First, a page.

Three-Dimensional Flow and Sediment Transport at River Mouths.
LOUISIANA STATE UNIV BATON ROUGE COASTAL STUDIES INST
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Three-dimensional flow processes of a river emptying into the sea were analyzed. The basic equations which were derived to describe this flow included the effects of buoyancy caused by density differences between fresh and salt water, inertia of river and coastal currents, and differences in hydrostatic head throughout the mixing region. Turbulence effects were included through an appropriate eddy viscosity model. Combinations of river stages and tidal currents were represented as systems of steady-state flow fields. A numerical procedure was developed and implemented on a digital computer for the solution of the equations. This numerical procedure is classified as an asymptotic time-dependent finite-difference technique but includes certain features of a relaxation technique. Computed flow fields were used to track a distribution of nominal particles representing the suspended load of the river as determined from field data. Deposition of these particles was primarily governed by convective processes and particle settling velocities, which included the effect of a local turbulence level. Deposition rates were used to compute deltaic growth. Results were compared to a delta for which experimental data were available. Author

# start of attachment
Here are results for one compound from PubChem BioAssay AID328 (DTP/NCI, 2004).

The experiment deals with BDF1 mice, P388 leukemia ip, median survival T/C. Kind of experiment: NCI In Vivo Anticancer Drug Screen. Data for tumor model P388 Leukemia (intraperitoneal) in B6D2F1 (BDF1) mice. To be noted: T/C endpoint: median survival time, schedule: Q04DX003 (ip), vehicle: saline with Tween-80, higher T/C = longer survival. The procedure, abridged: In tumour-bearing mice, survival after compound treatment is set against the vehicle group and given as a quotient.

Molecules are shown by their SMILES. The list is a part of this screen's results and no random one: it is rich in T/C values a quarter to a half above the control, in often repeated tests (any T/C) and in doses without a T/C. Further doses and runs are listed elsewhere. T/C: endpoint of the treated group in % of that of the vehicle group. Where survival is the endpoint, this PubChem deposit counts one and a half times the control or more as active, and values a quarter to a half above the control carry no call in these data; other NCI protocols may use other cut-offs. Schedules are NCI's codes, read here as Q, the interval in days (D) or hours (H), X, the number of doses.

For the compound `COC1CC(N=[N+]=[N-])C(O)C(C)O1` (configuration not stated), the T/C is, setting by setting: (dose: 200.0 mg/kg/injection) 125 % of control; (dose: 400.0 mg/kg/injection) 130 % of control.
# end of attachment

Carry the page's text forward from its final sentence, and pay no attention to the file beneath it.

- Hydrology, Limnology and Potamology